What IS science fiction?

Recently, Black Gate wrote a retro review of Star Trek II: The Wrath of Khan, and it was a fair review of a beloved 30+ year old sci-fi flick, obligatory remarks about Shatner and Montalban’s hammy acting and all. One part stuck out for me though:

“But while it features all of Star Trek‘s usual array of SF trappings you could make the argument that at the heart of things Wrath is not really a science fiction story at all — which might be beside the point. It could probably have worked just as well with Khan the pirate being marooned on a remote island in the Caribbean or Khan the ex-con getting out of prison and seeking vengeance on the person who put him there. It’s all about the revenge, after all.”

It’s pointing out the obvious, what we all (or most people who’ve watched Trek) have known. How many Trek stories can this be said of? How many are naval engagements, colonial encounters, or even fairytale flights of fancy with some machine or superalien in the role of Mab & Oberon? So why point it out?

I wonder what constitutes a sci-fi story. About how many seminal works of science fiction could one say that it “is not really a science fiction story at all”?

While Lengeman may be making an innocuous point here, the “not sci-fi” or “not serious sci-fi” trope has long been an issue in fandom, whether it’s the ghettoization of retail shelves following the Fantasy market being broken off or alleged marginalization of women writers for not writing hard enough sci-fi. It’s not new. But really, why point out that Star Trek whatever is “not really a science fiction story” unless you are going to present a clear definition of what a sci-fi story is?

Sci-fi is more a combination of setting and aesthetic than story. In fact, I would go so far as to posit that there is no such thing as a “sci-fi story”.

Short Review up later today.

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2 responses to “What IS science fiction?

  1. Haven’t you heard? Science Fiction is whatever John Scalzi and David Gerrold say it is.

    But, seriously, the problem that I see is that there are too many definitions, which I think, can be categorized as either defining the genre by externalities or by story structure.

    First, the most obvious (and probably more useful) definitions that rely on who, what, where, and when. If a story has aliens, ray guns, takes place on another planet, or is set in the future, it’s Science Fiction. We may quibble about which elements qualify for what schism of speculative fiction, but that the existence of things in the story which do not exist in the real world is the primary characteristic.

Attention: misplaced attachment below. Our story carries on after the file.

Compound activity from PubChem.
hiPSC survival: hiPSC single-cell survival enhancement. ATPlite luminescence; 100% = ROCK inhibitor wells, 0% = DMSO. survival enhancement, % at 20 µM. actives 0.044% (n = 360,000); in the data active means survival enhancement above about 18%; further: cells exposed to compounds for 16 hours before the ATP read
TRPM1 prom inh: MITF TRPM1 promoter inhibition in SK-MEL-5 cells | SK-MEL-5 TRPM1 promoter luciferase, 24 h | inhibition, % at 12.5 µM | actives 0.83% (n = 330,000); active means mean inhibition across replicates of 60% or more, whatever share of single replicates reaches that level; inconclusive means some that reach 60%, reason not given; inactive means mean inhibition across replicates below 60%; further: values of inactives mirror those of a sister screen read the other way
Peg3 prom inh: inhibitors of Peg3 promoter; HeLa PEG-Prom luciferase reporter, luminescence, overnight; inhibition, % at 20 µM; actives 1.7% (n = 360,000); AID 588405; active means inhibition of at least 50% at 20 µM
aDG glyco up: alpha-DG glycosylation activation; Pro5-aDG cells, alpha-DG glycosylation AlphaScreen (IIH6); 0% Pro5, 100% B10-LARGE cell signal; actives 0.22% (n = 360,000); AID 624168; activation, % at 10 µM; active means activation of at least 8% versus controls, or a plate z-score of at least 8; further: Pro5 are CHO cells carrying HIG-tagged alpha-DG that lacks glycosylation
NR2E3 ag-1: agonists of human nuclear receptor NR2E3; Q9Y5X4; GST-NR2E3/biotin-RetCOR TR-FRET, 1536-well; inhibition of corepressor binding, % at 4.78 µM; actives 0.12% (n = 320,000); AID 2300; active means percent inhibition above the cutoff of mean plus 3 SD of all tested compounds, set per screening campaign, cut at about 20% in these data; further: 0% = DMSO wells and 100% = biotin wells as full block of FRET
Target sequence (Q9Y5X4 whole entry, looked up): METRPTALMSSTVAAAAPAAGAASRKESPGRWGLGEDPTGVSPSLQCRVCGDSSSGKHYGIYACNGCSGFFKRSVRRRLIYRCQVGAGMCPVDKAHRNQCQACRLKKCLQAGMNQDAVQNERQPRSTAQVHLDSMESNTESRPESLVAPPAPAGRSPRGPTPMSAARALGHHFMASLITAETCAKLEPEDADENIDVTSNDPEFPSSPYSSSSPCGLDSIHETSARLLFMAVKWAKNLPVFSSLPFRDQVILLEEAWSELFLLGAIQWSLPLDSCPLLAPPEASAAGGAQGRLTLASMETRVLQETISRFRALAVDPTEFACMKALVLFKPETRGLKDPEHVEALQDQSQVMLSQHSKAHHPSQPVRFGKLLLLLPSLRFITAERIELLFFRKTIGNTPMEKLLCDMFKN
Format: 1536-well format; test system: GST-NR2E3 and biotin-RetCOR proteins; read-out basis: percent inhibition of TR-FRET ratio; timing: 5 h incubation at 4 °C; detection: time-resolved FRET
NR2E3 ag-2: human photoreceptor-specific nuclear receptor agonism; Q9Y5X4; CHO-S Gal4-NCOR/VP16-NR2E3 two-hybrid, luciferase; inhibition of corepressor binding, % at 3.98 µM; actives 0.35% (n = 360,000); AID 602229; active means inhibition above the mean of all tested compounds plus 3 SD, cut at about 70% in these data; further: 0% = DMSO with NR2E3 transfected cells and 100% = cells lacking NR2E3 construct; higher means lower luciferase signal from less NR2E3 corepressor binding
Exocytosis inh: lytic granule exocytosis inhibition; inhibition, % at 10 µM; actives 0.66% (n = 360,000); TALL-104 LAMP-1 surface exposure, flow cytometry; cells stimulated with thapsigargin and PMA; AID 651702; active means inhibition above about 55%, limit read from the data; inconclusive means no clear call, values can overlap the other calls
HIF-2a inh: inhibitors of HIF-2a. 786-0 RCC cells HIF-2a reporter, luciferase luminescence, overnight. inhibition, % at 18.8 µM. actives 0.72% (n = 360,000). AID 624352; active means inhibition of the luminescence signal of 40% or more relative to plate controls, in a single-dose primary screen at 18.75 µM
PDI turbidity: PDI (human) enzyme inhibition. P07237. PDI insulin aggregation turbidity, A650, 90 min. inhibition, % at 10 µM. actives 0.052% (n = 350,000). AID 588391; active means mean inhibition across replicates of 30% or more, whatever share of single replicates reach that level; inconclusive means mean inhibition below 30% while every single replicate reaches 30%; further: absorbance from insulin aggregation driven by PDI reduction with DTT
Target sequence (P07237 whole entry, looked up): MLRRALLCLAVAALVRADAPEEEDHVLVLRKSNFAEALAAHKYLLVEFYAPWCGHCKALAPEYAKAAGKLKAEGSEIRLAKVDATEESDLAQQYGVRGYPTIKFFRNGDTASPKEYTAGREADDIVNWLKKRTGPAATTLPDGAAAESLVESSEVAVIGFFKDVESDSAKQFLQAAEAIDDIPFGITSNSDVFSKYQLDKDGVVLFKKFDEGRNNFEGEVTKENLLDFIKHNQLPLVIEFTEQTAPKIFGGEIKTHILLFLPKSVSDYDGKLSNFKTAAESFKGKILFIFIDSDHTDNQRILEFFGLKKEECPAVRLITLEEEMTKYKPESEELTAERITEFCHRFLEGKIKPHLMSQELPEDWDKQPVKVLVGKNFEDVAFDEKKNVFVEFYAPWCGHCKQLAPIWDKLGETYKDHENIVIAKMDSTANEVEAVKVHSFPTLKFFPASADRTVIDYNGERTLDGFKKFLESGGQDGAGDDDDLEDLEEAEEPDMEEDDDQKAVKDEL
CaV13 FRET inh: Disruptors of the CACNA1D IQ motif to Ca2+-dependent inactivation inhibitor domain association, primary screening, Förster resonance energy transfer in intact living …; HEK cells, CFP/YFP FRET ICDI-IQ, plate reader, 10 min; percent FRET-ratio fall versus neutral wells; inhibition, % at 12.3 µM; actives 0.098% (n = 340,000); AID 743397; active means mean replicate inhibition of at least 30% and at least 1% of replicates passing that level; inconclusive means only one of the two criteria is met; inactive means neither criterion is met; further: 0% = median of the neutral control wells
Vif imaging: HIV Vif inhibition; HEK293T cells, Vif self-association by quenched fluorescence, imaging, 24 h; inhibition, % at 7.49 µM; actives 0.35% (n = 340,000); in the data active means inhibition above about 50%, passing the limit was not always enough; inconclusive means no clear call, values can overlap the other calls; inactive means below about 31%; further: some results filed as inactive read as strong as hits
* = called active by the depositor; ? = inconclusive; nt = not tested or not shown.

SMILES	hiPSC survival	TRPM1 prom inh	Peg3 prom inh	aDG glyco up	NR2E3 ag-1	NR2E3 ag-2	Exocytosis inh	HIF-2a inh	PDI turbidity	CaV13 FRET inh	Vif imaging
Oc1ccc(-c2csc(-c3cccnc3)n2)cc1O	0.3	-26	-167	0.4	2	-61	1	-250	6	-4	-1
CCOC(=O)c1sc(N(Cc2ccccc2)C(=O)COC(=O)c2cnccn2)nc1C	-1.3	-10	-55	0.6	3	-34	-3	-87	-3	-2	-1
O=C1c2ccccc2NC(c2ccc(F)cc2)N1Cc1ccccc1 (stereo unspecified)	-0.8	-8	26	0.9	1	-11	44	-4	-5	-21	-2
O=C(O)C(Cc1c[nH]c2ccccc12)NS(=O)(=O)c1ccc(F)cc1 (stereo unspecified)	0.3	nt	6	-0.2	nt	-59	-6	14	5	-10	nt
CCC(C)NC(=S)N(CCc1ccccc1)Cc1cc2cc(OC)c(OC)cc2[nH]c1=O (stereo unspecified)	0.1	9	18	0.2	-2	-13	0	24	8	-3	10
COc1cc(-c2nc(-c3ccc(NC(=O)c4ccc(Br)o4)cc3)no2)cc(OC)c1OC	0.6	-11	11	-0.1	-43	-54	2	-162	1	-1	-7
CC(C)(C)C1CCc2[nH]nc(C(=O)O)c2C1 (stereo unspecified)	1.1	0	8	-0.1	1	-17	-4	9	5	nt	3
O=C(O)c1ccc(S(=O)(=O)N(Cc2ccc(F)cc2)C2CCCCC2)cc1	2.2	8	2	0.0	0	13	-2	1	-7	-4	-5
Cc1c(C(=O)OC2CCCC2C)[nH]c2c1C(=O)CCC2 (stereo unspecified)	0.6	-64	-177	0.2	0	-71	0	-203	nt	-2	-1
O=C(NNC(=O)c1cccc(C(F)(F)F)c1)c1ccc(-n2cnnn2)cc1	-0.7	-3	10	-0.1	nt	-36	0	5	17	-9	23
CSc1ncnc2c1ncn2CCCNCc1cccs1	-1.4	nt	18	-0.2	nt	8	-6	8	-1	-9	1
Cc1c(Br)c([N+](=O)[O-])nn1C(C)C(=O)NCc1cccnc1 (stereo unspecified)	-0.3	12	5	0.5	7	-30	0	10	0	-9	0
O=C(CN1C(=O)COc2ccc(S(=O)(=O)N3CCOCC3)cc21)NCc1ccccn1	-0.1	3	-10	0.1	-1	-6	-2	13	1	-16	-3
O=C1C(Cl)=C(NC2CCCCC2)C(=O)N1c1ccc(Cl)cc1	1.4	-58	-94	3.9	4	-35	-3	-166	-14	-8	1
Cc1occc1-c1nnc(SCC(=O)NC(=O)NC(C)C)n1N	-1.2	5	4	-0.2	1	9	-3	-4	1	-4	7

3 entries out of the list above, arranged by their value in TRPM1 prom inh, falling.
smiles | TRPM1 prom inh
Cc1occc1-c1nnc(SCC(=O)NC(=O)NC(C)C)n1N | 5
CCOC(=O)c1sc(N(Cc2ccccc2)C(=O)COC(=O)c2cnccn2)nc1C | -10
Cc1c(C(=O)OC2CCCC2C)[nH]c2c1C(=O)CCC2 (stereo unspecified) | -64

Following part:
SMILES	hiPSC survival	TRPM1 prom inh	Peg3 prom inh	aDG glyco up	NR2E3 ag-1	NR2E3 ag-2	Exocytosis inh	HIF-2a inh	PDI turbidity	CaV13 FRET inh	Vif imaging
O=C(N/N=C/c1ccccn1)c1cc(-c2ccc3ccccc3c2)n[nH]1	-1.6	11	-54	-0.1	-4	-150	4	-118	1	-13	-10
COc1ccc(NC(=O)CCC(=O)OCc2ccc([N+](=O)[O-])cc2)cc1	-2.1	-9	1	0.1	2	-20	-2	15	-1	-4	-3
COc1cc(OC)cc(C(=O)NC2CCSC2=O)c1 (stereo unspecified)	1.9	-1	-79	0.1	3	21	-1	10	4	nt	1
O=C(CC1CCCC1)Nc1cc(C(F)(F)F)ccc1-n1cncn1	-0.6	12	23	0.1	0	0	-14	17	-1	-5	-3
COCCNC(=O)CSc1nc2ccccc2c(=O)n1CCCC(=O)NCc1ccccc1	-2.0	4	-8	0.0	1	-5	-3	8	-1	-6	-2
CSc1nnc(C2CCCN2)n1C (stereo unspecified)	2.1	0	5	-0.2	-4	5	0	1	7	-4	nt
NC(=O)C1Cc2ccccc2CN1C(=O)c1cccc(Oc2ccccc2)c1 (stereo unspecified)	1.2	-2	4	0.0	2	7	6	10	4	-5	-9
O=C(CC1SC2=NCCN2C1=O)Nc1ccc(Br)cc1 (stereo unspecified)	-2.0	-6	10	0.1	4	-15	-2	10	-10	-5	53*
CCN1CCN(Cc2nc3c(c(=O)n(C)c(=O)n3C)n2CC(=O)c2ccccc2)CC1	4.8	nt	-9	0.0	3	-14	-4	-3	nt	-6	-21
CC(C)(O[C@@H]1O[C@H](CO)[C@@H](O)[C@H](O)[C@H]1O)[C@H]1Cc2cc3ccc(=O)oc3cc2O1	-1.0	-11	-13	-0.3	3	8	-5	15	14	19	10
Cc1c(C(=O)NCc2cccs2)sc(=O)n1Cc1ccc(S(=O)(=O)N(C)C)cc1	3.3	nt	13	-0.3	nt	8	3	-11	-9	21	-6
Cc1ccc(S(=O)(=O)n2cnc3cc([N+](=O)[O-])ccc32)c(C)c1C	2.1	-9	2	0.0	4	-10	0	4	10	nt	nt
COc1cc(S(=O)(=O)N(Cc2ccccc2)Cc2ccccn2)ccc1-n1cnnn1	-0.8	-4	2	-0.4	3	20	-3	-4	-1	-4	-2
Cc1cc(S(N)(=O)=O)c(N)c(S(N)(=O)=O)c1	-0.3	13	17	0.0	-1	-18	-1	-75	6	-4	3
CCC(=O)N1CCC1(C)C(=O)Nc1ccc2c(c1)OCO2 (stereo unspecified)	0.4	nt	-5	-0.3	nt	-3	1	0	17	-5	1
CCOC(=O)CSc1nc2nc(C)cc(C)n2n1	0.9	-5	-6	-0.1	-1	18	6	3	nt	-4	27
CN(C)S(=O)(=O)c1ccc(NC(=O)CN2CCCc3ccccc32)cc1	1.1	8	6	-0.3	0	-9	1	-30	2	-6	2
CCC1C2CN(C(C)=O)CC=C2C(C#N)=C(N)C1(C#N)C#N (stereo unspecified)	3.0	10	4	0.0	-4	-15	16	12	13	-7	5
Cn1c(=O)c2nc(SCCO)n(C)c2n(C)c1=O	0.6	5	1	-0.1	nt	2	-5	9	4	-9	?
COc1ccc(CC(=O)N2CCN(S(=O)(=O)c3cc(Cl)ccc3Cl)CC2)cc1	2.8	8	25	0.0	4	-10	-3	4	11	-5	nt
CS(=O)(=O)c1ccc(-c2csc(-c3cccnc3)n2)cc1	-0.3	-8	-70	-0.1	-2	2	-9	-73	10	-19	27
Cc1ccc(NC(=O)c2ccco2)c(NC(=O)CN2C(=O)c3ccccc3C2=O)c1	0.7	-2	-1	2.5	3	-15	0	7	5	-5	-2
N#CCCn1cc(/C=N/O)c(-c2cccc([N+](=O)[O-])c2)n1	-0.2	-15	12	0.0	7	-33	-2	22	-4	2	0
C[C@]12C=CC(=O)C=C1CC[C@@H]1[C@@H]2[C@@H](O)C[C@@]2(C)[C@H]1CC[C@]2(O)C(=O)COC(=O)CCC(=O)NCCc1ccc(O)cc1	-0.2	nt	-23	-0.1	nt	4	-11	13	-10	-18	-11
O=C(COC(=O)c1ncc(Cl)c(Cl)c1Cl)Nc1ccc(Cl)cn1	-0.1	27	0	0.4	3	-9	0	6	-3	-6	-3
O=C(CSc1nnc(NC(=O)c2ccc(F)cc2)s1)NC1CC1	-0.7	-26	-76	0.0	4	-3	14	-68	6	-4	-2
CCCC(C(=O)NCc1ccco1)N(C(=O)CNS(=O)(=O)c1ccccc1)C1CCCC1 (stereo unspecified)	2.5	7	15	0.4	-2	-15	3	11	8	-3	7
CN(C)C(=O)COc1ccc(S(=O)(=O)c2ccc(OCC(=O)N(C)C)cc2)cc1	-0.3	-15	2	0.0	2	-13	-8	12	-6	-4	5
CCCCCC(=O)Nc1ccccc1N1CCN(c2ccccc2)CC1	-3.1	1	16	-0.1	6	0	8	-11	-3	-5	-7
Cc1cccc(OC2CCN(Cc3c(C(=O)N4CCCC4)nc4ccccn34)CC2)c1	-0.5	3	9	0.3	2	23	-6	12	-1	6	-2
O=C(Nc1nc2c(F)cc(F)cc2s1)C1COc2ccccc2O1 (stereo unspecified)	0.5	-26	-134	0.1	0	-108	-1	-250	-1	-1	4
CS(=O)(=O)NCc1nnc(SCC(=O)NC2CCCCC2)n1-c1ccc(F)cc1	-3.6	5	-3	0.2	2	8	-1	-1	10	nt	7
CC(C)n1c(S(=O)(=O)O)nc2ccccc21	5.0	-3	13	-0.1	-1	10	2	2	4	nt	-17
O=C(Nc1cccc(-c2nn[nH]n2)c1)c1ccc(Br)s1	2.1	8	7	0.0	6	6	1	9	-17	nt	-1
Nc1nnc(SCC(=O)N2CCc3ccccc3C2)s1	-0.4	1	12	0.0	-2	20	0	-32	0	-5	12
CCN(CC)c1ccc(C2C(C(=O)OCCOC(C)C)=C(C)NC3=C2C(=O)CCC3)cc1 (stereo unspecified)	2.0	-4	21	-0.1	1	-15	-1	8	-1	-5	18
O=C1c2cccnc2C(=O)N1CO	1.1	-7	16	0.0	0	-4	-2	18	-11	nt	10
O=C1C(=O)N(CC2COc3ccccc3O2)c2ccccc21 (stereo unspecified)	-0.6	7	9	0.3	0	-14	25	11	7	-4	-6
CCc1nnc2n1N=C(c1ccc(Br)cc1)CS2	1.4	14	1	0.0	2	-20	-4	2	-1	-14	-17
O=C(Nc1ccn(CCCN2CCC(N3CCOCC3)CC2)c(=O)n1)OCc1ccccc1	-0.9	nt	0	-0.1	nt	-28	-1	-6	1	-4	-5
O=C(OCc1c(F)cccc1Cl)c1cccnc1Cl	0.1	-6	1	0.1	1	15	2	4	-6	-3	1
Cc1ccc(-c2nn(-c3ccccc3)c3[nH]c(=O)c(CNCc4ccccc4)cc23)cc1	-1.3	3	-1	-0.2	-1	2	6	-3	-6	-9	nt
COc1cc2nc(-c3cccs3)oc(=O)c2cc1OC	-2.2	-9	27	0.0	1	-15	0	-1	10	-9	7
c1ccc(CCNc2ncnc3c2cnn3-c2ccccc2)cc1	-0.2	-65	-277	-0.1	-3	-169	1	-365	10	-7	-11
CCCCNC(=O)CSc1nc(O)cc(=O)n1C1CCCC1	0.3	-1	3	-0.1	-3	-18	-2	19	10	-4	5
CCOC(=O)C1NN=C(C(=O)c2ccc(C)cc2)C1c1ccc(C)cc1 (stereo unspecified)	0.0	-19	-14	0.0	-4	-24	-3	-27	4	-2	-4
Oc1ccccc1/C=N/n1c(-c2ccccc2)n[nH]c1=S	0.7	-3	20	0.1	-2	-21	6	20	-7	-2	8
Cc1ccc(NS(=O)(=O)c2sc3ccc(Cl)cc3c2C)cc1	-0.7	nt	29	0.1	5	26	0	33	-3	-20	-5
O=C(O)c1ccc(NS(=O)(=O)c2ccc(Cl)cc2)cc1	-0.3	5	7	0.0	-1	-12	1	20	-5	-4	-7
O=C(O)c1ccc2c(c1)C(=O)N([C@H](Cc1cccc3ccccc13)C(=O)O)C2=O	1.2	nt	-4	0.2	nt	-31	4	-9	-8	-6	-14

Therefor, setting old stories in new places–“Forbidden Planet”, for example, or “The Wrath Of Khan”–transforms them from their original genre into Science Fiction. There’s much to be said for this approach in terms of clarity–although, as I said, there are demons in the details. “Gravity”, for example, is often called “Science Fiction” because it takes place in near Earth orbit, but I consider it more of a wilderness survival film because the technology is no more speculative than most action movies, and less than many.

    Then there is the matter of story structure. A more rarefied definition exists that Science Fiction should be limited to those stories that do not simply contain fantastic elements, but could not be told without those elements. Defining the genre thus involves some fine paring of philosophical nuance. How much can be changed in a story before it ceases to be the same story?

    Could “Dune” be transported to an oil-rich kingdom in North Africa and still retain its essential nature? If one replaced alien arachnids with hostile humans in “Starship Troopers” would the story of Johnny Rico remain the same? Much of what was once fantastic in “Nineteen Eighty Four”, “A Clockwork Orange”, and “Fahrenheit 451” is now not only possible, but commonplace. Are those still “Science Fiction” or have they become realism?

    And what of stories in which the fantastic is implied, but never directly exhibited? Fritz Leiber’s horrifying “You’re All Alone”, Phillip Dick’s maddening “VALIS” are non-falsifiable in a realistic sense –there is nothing there that one could point to and say, “This does not exist.” Yet the stories themselves are impossible. (Or so we hope).

    I don’t have answers, which is one of several reasons that I no longer use the phrase “Science Fiction” to describe my own work.

    • It’s certainly a quandary. If either everything or nothing could be plausibly fit into it as a category, then what good is it as a category? Yet everyone knows, or at least thinks they know, what it means when something is called science fiction; they at least get some idea in their head. But as Jeffro’s pointed out in his Appendix N series, what was called science fiction before SF split from Fantasy in retail marketing terms is very different from what the term evokes for many people. I mean, if Nine Princes in Amber is Science Fiction, then so is the Phantom Tollbooth!

      And of course, there are those who have very rigid ideas of what is and is not science fiction despite the tons of cultural evidence to the contrary. It’s one big No True Scotsman.

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